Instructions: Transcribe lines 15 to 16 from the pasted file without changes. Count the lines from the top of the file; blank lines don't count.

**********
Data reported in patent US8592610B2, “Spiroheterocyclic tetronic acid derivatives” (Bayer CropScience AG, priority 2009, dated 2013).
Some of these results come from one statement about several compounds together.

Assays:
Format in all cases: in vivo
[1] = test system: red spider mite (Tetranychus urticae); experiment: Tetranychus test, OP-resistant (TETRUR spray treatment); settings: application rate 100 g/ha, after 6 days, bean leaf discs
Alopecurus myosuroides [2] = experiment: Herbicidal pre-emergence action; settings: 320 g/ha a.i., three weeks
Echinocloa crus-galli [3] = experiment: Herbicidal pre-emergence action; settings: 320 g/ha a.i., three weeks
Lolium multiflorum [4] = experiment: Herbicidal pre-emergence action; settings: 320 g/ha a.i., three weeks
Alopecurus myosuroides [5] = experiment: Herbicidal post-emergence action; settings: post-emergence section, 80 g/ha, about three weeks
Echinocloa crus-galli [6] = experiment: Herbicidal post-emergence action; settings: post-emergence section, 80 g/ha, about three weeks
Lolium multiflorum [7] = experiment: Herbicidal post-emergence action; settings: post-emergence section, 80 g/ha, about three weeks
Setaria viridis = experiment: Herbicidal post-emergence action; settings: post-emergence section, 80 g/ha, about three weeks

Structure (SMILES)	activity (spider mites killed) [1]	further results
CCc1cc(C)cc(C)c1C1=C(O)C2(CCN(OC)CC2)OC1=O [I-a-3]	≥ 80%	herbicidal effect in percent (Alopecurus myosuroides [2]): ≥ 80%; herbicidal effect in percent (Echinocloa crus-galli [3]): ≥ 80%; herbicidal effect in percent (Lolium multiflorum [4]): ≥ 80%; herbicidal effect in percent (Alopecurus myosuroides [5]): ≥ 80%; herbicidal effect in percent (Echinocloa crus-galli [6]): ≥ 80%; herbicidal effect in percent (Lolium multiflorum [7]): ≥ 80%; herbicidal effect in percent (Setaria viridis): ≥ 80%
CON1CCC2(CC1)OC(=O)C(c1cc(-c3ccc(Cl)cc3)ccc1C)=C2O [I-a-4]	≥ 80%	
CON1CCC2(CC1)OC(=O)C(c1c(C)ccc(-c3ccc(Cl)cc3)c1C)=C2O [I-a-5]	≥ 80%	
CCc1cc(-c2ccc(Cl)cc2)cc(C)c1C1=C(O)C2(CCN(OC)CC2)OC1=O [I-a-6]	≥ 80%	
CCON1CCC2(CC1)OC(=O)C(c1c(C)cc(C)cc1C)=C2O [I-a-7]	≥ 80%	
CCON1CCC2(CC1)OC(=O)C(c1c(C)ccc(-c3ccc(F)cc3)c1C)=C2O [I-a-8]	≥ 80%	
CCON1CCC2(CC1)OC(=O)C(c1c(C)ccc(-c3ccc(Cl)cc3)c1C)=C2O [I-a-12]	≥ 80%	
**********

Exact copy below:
CON1CCC2(CC1)OC(=O)C(c1cc(-c3ccc(Cl)cc3)ccc1C)=C2O [I-a-4]	≥ 80%	
CON1CCC2(CC1)OC(=O)C(c1c(C)ccc(-c3ccc(Cl)cc3)c1C)=C2O [I-a-5]	≥ 80%	